un2h CTJ

j=0

uj2h.

This is typically shown using Von Neumann analyis in Fourier space; thereis often a strong dependence on the relation between h and k .The forward-time center-space scheme for the one-way wave equation isunstable.

Marc Kjerland (UIC) Numerical Methods for PDEs January 24, 2011 10 / 39

• Finite Difference method

Implicit schemes

The backward-time center-space scheme is both consistent with theone-way wave equation and unconditionally stable:

un+1m unmk

+ aun+1m+1 u

n+1m1

2h= 0

This is an implicit scheme, since unknown values appear multiple times inthe equation. Implicit schemes often allow for much larger grid spacingbut require significant additional calculations at each step.

Marc Kjerland (UIC) Numerical Methods for PDEs January 24, 2011 11 / 39

• Finite Difference method

Order of accuracy

Consider Poissons equation in 2D:

uxx + uyy = f .

The discrete five-point Laplacian approximation is given by:

um+1,n + um1,n + um,n+1 + um,n1 4um,n = h2fm,n

Marc Kjerland (UIC) Numerical Methods for PDEs January 24, 2011 12 / 39

• Finite Difference method

Order of accuracy

The discrete nine-point Laplacian is of higher accuracy: o(h4) vs. o(h2).However, it requires more information at each step:

16 (um+1,n+1 + um+1,n1 + um1,n+1 + um1,n1)+

+ 23 (um+1,n + um1,n + um,n+1 + um,n1)103 um,n =

= h2

12 (fm+1,n + fm1,n + fm,n+1 + fm,n1)

Marc Kjerland (UIC) Numerical Methods for PDEs January 24, 2011 13 / 39

• Finite Difference method

Pros and cons of finite difference methods

Fast Easy to code

Hard to generalize in complex geometries

Marc Kjerland (UIC) Numerical Methods for PDEs January 24, 2011 14 / 39

• Finite Volume method

Outline

1 Numerical Methods for PDEs

2 Finite Difference method

3 Finite Volume method

4 Spectral methods

5 Finite Element method

6 Other considerations

Marc Kjerland (UIC) Numerical Methods for PDEs January 24, 2011 15 / 39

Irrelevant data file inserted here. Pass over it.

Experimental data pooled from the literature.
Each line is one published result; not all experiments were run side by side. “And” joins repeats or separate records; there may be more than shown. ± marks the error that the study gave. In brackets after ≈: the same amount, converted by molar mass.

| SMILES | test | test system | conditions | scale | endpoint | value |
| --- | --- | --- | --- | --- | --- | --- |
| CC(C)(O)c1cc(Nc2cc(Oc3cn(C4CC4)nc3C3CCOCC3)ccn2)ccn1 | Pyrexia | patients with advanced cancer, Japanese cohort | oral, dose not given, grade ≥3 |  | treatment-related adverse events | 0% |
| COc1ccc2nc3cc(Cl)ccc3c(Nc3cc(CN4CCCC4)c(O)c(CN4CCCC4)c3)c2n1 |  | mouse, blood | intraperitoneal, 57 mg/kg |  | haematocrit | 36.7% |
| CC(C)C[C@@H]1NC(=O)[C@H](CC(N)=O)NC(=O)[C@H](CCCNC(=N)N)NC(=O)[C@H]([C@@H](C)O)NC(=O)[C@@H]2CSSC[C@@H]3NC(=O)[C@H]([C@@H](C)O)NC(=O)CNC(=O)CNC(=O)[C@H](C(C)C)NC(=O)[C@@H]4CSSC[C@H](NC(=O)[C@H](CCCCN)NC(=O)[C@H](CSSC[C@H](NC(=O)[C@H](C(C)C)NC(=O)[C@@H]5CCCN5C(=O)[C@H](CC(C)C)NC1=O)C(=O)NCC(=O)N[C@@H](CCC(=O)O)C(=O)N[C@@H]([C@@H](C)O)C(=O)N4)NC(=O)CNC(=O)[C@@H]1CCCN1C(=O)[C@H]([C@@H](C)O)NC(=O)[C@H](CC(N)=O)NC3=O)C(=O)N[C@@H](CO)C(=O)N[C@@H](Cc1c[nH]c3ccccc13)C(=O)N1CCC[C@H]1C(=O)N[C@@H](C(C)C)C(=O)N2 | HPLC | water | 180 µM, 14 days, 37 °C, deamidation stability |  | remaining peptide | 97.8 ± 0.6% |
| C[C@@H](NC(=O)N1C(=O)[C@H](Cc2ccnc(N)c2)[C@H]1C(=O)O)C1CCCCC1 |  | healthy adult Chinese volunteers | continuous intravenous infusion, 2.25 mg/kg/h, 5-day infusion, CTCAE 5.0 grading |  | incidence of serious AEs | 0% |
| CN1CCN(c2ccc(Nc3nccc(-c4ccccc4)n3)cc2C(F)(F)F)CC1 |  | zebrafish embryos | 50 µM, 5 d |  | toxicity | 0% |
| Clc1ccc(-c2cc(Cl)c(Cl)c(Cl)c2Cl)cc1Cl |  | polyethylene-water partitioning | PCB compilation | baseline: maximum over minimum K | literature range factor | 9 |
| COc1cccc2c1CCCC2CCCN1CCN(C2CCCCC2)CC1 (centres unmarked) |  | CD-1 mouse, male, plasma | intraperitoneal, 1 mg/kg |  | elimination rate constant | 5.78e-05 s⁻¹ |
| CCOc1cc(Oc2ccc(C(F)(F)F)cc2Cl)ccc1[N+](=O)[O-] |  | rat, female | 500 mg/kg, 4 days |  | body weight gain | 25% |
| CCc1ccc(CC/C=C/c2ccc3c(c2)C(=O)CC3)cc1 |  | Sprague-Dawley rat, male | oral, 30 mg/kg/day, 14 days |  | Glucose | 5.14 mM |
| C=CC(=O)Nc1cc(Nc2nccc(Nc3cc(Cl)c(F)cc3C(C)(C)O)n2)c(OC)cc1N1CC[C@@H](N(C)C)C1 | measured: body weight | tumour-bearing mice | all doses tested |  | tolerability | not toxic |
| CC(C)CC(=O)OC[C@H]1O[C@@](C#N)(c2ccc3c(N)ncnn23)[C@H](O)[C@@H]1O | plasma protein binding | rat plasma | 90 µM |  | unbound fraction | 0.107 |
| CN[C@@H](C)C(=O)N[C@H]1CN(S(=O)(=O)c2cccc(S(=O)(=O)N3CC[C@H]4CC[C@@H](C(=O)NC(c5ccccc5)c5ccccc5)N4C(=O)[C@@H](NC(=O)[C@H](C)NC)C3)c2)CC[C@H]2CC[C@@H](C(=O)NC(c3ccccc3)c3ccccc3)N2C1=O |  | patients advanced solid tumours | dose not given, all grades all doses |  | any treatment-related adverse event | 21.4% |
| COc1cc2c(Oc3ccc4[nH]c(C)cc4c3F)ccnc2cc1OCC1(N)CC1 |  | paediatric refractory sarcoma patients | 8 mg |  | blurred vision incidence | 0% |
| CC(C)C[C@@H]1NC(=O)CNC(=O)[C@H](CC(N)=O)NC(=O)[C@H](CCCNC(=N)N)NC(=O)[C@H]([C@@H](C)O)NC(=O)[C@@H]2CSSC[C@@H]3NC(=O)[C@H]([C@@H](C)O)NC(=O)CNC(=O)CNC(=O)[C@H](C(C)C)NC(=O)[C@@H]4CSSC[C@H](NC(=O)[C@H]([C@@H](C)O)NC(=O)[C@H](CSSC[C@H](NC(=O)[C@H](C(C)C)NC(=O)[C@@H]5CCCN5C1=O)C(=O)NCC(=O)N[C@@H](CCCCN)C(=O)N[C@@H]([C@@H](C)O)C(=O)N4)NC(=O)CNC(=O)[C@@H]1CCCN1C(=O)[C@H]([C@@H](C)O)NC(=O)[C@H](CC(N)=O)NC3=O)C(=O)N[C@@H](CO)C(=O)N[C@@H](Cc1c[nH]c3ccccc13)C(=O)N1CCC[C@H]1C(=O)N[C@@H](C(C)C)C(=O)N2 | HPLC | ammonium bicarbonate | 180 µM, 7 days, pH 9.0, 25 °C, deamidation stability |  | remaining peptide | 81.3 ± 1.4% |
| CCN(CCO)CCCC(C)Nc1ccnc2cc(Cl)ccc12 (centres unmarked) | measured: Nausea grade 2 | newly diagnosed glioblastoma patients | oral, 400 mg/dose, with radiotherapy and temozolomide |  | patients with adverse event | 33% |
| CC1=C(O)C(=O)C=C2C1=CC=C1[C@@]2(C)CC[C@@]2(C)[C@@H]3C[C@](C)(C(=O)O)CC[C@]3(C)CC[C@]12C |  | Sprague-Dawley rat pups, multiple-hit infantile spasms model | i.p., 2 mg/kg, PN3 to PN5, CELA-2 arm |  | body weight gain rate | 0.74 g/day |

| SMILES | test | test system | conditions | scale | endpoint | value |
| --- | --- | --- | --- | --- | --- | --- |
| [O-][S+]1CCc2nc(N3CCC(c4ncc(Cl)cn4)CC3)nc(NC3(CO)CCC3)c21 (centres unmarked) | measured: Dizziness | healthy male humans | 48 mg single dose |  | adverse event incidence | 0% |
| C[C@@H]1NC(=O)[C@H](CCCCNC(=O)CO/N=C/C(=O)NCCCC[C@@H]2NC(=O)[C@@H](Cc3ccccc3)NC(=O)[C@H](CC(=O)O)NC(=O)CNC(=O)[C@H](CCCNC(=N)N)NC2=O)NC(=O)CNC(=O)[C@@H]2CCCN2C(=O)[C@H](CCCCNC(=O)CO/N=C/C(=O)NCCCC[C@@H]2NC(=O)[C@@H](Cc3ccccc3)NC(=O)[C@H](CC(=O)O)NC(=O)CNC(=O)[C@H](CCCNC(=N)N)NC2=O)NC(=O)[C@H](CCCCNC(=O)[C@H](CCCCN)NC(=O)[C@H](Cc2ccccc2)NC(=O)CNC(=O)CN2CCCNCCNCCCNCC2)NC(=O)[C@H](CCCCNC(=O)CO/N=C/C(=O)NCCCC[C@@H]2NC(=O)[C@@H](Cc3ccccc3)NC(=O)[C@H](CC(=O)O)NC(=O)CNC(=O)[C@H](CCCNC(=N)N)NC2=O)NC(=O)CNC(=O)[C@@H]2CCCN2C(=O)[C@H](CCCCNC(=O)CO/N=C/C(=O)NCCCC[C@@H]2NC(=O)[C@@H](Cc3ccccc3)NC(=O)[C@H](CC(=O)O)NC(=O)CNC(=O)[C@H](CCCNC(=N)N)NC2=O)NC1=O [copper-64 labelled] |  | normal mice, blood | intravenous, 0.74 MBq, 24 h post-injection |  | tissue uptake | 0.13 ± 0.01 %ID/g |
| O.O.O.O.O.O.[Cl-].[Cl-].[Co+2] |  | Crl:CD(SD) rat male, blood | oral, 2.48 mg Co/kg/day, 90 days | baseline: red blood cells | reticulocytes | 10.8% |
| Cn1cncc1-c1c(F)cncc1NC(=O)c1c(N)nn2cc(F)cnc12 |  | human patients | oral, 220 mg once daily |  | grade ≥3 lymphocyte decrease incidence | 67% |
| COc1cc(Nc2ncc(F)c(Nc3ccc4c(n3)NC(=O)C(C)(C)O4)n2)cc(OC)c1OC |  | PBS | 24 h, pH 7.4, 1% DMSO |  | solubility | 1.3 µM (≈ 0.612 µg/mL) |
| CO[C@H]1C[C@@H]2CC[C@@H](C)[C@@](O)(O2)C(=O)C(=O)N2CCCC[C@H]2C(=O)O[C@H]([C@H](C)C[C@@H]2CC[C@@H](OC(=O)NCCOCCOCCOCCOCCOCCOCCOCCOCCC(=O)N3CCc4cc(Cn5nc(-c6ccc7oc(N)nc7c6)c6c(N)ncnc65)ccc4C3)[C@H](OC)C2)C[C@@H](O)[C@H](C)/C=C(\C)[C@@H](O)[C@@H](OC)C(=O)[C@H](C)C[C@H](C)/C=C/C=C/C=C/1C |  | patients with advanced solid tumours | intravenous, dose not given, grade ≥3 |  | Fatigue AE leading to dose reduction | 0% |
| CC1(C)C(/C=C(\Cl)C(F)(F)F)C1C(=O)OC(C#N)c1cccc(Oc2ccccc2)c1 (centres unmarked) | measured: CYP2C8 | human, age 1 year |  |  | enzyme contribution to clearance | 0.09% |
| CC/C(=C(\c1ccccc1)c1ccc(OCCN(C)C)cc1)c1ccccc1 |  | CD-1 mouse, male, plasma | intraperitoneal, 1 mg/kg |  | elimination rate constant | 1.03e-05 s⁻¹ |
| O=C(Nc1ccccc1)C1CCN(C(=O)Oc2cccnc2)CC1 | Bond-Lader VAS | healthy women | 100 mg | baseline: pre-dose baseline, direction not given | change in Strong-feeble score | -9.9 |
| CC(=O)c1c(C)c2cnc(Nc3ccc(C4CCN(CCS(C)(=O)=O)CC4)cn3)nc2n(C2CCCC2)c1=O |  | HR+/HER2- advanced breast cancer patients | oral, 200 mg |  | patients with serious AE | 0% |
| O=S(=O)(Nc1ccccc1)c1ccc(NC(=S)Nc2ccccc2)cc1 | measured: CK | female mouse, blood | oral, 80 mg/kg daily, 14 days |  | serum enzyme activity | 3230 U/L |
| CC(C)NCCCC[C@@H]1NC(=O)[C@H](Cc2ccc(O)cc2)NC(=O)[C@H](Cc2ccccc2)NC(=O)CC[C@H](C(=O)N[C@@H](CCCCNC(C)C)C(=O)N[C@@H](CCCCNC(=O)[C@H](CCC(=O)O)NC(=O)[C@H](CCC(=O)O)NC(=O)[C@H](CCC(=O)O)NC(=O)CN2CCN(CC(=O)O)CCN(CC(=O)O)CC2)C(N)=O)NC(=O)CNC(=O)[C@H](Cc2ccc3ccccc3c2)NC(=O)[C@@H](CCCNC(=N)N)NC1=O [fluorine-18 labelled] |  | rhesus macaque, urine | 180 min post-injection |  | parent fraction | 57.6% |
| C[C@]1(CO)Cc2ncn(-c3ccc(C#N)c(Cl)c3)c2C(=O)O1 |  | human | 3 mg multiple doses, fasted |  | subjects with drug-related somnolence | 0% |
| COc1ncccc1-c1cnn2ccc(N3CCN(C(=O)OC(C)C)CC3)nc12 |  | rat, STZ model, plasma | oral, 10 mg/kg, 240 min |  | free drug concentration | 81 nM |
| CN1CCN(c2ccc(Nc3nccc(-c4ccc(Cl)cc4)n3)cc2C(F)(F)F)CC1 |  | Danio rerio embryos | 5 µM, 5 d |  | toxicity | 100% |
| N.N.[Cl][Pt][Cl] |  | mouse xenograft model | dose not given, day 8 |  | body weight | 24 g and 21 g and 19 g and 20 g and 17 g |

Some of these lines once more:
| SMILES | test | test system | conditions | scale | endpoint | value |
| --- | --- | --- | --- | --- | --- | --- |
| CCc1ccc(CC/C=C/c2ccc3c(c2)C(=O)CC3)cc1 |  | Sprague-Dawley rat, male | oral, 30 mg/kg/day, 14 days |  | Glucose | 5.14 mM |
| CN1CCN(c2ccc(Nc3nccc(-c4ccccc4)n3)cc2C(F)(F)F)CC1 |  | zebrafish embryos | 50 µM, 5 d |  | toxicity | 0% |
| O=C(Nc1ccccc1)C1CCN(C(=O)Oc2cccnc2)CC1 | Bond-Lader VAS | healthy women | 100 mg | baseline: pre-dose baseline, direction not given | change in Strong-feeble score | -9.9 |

• Finite Volume method

Conservation laws

The finite volume method is used to find numerical solutions toconservation laws. A conservation law is a PDE written generally in theform:

tq(x , t) + div F(x , t) = f (x , t),

where q is a conserved quantity (i.e. mass, energy), F is a fluxrepresenting a transport mechanism for q, and f is a forcing term. Thereis an implicit dependence on an unknown u(x , t)

Marc Kjerland (UIC) Numerical Methods for PDEs January 24, 2011 16 / 39

• Finite Volume method

Examples of conservation laws

Linear transport equation:{tu(x , t) + div(vu)(x , t) = 0, t > 0,

u(x , 0) = u0(x).

[q = u(x , t),F = vu(x , t), f = 0]

Stationary diffusion equation:{u = f , on = (0, 1) (0, 1)

u = 0, on

[q = u(x),F = u(x)]

Marc Kjerland (UIC) Numerical Methods for PDEs January 24, 2011 17 / 39

• Finite Volume method

Examples of conservation laws

1D Euler equations:

t

uE

+ x uu2 + p

u(E + p)

= 0.

Marc Kjerland (UIC) Numerical Methods for PDEs January 24, 2011 18 / 39

• Finite Volume method

Intro to the Finite Volume method

Let Rd be our spatial domain, and let T be a polygonal mesh on .Consider a control volume K T . Integrating over K , we have by thedivergence theorem:

Ktq(x , t)dx +

K

F(x , t) nK (x)d =K

f (x , t)dx .

Let NK T be the set of neighbors of K . ThenKtq(x , t)dx +

LNK

KL

F(x , t) nK (x)d =K

f (x , t)dx .

Marc Kjerland (UIC) Numerical Methods for PDEs January 24, 2011 19 / 39

• Finite Volume method

Discretization and approximation

Using an explicit forward-time scheme, we can writeK

qn+1(x) qn(x)k

dx +LNK

nK ,L =

K

f (x , tn)dx ,

where nK ,L is an approximation to the flux from K to L.

Marc Kjerland (UIC) Numerical Methods for PDEs January 24, 2011 20 / 39

• Finite Volume method

The numerical flux

In a finite volume scheme, we seek an appropriate time discretization aswell as numerical flux terms F nK ,L which are

Conservative, i.e. F nK ,L = F nL,K . Consistent with the PDE.

Marc Kjerland (UIC) Numerical Methods for PDEs January 24, 2011 21 / 39

• Finite Volume method

Pros and cons of finite volume methods

Robust and cheap for conservation laws Can handle complex geometries

High precision difficult (see: Discontinuous Galerkin)

Marc Kjerland (UIC) Numerical Methods for PDEs January 24, 2011 22 / 39

• Spectral methods

Outline

1 Numerical Methods for PDEs

2 Finite Difference method

3 Finite Volume method

4 Spectral methods

5 Finite Element method

6 Other considerati